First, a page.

Carol Aitken -
This meeting was focused on a presentation by John Ferguson, director of Eco idea M and founder of PI Polymers Recycling who is working at Binn Eco Park with Zero Waste Scotland on Project Beacon, a project developing a facility that will up-cycle all types of plastics even the ones we think are non recyclable. It was a very interesting presentation and the discussion afterwards gave us a better insight into these recent advancements of processing the many different types of plastics we use so we can reuse them.
"He has brought different businesses together to build something entirely new. Each business – Ferguson’s PI-Polymer Recycling along with Recycling Technologies Ltd and Impact Recycling Ltd – uses new unique cutting-edge plastic recycling technologies. Their co-location enables the development of an integrated system with the power to suck all types of plastics out of the waste environment.
One of the big barriers to recycling progress is that people are confused about what they can recycle or not. Project Beacon will demonstrate a system that enables householders to recycle all household plastics at the kerbside."
I have included a few links from the past few years explaining more about what he is trying to achieve.
This is from Donna Rigby of PKC regarding recycling bins...
Thanks for inviting me on Friday – great to see such a fantastic turn out on a wet January evening.
I have included images and some documentation of the recycling bins and signage I can offer to pilot recycling on the go at one location in Pitlochry as agreed.(some of this refer to mini-glass point but much of the information is relevant for recycling ‘on the go’ points)
Malcolm Reid is the community waste adviser for the Pitlochry area so he can work with you to agree a suitable location and will progress the internal consultation as details in the attached procedure.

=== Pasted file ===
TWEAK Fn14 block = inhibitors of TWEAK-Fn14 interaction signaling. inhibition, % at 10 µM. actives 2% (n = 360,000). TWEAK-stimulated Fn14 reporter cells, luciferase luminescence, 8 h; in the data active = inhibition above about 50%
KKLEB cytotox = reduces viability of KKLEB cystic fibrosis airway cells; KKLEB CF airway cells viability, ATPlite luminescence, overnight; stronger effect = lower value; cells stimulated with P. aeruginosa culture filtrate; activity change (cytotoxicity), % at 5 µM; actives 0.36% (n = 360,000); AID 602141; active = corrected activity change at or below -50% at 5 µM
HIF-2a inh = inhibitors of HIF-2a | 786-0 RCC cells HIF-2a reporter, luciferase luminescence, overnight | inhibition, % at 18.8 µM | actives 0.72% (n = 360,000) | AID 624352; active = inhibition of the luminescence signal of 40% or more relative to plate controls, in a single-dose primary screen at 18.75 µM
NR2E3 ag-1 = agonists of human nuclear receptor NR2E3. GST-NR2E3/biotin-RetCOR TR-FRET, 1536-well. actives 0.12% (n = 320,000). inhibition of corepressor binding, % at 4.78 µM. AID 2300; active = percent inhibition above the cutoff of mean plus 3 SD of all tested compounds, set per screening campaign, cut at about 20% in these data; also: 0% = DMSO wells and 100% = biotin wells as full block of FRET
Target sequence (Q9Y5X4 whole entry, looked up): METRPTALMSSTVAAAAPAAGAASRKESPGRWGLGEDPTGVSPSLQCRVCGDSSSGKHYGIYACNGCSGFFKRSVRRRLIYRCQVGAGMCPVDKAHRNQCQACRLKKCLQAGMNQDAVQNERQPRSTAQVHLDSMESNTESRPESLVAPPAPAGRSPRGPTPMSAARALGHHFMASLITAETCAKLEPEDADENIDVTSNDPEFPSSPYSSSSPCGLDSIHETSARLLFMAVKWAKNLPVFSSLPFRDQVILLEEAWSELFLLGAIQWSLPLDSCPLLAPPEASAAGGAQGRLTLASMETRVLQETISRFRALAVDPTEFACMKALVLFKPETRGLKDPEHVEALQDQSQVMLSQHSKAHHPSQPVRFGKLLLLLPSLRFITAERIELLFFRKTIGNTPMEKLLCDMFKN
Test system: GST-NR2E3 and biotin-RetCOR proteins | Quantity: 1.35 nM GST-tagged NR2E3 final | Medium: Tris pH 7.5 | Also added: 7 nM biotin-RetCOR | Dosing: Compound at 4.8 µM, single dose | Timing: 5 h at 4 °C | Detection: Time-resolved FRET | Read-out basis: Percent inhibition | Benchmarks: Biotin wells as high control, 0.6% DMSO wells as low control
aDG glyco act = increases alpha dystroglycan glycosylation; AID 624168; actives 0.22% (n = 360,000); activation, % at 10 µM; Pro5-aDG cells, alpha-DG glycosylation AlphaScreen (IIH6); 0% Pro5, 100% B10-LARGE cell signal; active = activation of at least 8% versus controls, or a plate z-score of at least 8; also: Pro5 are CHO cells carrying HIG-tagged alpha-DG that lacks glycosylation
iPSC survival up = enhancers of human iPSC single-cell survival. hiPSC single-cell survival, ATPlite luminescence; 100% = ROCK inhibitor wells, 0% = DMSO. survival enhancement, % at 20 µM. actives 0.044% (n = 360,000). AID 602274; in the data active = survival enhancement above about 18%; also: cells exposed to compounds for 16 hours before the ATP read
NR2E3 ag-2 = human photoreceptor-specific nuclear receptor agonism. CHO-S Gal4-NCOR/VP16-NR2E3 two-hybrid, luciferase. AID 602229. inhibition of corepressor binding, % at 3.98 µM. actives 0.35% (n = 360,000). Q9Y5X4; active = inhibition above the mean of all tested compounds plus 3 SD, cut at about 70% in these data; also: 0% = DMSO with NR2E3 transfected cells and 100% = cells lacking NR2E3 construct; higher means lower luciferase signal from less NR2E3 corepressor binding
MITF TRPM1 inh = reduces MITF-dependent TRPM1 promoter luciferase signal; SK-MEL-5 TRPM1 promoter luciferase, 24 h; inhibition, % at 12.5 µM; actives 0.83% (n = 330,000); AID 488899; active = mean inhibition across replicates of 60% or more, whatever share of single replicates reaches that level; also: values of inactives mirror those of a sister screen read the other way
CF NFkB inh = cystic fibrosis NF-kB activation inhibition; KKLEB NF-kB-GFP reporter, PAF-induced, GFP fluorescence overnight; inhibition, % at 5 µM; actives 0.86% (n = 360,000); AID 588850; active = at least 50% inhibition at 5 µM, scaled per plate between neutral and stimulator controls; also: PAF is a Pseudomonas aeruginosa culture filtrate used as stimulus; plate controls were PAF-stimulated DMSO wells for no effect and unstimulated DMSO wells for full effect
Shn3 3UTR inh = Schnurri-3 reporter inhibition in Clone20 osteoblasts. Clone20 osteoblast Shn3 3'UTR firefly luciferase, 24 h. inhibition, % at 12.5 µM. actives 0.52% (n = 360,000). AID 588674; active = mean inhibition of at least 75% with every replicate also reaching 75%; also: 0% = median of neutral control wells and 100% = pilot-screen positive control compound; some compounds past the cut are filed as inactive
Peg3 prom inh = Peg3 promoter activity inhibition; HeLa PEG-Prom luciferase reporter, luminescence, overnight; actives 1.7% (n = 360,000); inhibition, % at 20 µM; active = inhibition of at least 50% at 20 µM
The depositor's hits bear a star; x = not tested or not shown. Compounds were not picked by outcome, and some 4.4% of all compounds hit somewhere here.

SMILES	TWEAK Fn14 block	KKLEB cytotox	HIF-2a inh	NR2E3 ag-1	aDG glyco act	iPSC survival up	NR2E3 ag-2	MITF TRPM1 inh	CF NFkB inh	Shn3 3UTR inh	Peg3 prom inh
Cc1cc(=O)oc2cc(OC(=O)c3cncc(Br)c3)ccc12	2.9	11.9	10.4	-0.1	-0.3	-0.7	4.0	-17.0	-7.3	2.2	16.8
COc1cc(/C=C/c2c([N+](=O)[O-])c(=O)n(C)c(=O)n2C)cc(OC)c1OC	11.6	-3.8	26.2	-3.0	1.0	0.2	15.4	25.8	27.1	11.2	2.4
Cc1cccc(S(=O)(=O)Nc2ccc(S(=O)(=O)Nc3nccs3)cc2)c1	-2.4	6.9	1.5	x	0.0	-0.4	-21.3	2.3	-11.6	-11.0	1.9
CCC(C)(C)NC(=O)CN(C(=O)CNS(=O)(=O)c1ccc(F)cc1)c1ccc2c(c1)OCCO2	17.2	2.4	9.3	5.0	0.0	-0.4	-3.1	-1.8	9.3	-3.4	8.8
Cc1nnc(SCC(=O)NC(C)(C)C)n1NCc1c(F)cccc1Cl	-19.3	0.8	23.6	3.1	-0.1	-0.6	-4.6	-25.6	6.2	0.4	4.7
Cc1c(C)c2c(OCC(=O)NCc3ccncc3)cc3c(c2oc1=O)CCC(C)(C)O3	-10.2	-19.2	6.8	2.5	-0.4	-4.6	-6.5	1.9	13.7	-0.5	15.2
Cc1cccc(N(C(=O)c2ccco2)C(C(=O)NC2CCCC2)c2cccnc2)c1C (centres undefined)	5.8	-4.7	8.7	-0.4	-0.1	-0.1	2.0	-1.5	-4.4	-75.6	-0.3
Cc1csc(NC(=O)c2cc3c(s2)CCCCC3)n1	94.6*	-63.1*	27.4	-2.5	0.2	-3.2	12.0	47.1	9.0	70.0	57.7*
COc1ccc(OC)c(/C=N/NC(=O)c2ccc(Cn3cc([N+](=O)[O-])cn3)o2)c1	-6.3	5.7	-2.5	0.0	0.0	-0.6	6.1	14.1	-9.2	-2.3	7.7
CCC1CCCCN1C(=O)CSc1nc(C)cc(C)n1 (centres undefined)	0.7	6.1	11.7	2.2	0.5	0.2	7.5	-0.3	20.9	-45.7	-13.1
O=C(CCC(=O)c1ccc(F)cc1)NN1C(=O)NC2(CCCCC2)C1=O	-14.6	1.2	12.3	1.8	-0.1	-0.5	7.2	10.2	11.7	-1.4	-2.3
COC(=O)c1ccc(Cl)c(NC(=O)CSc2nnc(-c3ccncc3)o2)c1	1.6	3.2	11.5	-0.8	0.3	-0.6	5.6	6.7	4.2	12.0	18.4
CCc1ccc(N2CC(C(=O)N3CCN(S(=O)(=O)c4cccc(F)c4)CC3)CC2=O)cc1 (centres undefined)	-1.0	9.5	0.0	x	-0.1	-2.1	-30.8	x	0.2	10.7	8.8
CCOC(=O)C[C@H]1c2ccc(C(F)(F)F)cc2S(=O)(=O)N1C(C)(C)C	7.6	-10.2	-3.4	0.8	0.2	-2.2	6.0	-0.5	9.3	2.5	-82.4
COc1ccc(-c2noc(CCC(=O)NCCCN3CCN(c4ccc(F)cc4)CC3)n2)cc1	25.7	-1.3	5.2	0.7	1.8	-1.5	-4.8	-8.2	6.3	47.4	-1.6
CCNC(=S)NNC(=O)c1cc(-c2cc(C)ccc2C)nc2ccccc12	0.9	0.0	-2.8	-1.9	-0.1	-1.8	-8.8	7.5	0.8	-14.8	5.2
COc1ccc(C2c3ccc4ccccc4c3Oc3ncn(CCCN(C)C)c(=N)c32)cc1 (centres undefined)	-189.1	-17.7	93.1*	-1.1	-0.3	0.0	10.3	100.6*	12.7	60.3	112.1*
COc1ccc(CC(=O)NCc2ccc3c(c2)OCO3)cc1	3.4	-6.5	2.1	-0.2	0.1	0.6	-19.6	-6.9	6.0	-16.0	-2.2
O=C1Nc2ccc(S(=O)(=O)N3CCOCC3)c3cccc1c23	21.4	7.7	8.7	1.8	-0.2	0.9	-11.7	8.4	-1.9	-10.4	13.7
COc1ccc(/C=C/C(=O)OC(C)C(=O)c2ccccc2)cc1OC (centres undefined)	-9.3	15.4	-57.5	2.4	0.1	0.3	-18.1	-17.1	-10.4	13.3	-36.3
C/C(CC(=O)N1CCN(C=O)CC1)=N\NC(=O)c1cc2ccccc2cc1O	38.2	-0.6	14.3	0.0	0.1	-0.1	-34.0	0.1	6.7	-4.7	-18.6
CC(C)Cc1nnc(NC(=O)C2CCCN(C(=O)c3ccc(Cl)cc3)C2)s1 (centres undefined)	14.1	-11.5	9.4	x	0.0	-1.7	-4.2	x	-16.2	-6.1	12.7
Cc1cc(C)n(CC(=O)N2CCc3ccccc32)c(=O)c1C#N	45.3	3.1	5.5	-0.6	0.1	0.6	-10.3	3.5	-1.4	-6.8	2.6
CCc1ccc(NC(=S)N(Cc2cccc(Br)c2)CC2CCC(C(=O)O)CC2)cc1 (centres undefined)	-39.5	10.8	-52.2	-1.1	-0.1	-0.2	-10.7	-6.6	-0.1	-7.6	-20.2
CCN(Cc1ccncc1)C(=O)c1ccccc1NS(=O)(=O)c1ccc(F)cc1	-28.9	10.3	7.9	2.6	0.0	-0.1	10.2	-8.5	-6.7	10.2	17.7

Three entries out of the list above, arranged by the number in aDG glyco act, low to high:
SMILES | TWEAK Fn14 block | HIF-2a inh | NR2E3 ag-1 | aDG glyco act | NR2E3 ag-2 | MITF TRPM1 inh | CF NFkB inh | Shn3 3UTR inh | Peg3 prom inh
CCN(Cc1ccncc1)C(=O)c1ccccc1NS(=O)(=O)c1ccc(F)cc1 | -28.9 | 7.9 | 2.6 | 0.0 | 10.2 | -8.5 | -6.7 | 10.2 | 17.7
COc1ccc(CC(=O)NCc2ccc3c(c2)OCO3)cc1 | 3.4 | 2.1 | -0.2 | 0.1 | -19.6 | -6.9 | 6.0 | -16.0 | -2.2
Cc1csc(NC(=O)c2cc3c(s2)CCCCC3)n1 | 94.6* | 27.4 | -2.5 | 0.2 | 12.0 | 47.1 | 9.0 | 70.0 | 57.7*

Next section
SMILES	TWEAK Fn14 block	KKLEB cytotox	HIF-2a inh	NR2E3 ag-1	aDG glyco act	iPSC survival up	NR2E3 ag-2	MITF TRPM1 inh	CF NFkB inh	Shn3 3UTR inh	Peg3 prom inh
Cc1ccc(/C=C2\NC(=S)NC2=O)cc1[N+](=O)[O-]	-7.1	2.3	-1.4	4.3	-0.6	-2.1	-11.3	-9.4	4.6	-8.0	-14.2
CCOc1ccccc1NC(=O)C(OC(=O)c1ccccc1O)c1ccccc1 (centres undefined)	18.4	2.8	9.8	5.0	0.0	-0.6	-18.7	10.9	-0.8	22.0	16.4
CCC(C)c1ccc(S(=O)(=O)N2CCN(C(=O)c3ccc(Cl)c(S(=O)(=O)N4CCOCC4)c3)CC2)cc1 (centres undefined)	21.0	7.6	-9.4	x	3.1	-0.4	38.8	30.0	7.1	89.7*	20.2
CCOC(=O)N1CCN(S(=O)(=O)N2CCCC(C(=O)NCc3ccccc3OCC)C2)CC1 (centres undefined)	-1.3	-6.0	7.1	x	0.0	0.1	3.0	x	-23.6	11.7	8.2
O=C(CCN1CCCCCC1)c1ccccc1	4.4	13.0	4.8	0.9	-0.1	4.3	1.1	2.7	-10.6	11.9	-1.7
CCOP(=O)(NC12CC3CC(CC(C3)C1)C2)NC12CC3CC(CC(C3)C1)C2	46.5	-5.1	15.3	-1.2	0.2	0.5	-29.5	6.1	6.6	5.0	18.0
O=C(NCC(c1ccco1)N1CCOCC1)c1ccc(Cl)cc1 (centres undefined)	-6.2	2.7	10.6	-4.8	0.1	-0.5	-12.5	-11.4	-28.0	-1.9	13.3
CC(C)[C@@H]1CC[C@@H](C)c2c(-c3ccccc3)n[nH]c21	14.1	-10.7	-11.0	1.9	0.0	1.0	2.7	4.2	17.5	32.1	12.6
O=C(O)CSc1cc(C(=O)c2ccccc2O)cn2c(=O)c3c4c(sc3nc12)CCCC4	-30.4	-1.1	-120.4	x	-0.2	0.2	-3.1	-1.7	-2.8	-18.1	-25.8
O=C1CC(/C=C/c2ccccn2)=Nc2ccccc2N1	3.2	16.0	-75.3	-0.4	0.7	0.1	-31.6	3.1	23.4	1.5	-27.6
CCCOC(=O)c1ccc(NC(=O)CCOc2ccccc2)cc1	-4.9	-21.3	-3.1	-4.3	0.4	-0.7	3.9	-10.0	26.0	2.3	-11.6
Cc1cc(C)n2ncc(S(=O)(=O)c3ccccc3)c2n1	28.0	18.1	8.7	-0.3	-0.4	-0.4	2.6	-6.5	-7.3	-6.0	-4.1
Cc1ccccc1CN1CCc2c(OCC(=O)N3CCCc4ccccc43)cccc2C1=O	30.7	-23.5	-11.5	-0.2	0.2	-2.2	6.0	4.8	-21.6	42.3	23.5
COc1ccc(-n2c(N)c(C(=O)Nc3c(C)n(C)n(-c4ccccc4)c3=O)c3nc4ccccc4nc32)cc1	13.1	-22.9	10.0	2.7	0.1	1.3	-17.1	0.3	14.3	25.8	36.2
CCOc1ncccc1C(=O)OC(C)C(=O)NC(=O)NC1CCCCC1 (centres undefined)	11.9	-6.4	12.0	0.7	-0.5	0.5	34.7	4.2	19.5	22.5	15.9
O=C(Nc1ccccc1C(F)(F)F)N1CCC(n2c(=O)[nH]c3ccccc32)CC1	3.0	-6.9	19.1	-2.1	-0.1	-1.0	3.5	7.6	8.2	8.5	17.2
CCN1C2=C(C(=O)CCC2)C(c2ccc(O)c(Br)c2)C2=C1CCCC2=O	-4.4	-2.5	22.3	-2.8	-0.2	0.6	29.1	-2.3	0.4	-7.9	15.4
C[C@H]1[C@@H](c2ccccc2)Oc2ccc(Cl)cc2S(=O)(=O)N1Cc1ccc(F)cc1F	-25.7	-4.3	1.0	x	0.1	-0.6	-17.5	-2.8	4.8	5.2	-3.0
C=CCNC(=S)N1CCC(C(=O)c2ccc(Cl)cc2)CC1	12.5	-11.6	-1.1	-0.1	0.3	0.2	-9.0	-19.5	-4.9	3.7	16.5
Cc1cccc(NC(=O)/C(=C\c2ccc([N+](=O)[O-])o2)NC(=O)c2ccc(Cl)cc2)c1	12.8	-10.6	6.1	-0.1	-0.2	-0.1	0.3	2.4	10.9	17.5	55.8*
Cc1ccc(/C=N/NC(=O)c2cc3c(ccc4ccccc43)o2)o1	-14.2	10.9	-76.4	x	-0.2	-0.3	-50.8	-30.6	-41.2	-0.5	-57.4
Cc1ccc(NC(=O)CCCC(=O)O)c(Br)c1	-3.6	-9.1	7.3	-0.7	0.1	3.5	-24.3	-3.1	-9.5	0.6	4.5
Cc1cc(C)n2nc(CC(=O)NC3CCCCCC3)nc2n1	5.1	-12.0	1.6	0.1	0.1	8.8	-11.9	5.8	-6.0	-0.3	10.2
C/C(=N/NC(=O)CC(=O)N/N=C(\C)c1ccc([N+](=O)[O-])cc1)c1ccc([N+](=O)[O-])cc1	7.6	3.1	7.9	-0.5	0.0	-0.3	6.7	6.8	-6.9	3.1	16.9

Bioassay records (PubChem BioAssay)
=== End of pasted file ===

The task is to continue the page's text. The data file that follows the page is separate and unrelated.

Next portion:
I would suggest that 3- 4 bin are appropriate capacity – as you can see from the signage, we found in Alyth that even that wasn’t sufficient as householders kept using it to dispose of excess household waste more than recycling litter as was the intended use. Depending on where you think is best to site the bins will depend on how frequently we are able to service them. I think if you suggest a general location Malcolm can help narrow down where is best to site the bins in consultation with our operations team.
I have been considering the proposal you were discussing regarding getting businesses in Pitlochry to swap to compostable alternatives. I have included some article link below. While in a close loop system such as events like the street party compostables can be a greener alternative I would ask you to consider the whole life of the products from production through to disposal. My thoughts would be if the products are being consumed on site reuseables are by far the best alternative and if the products are being taken away then they will likely end up in litter bins or householders domestic bins where recycling of compostables is not an option. I was just questioning you asking the businesses to get a compostable waste collection and stock compostable cups - this comes at an expense to businesses and may not achieve what you hope.
……widespread use of biodegradable packaging.
“It treats the symptoms, not the disease,” he says. “If the disease is our throw-away society, making packaging biodegradable only encourages people to throw more away.”
To make the most impactful behavior change it would be better if customers were charged for any un-necessary packaging materials such as cups.
Sculpture at Friarton Recycling Centre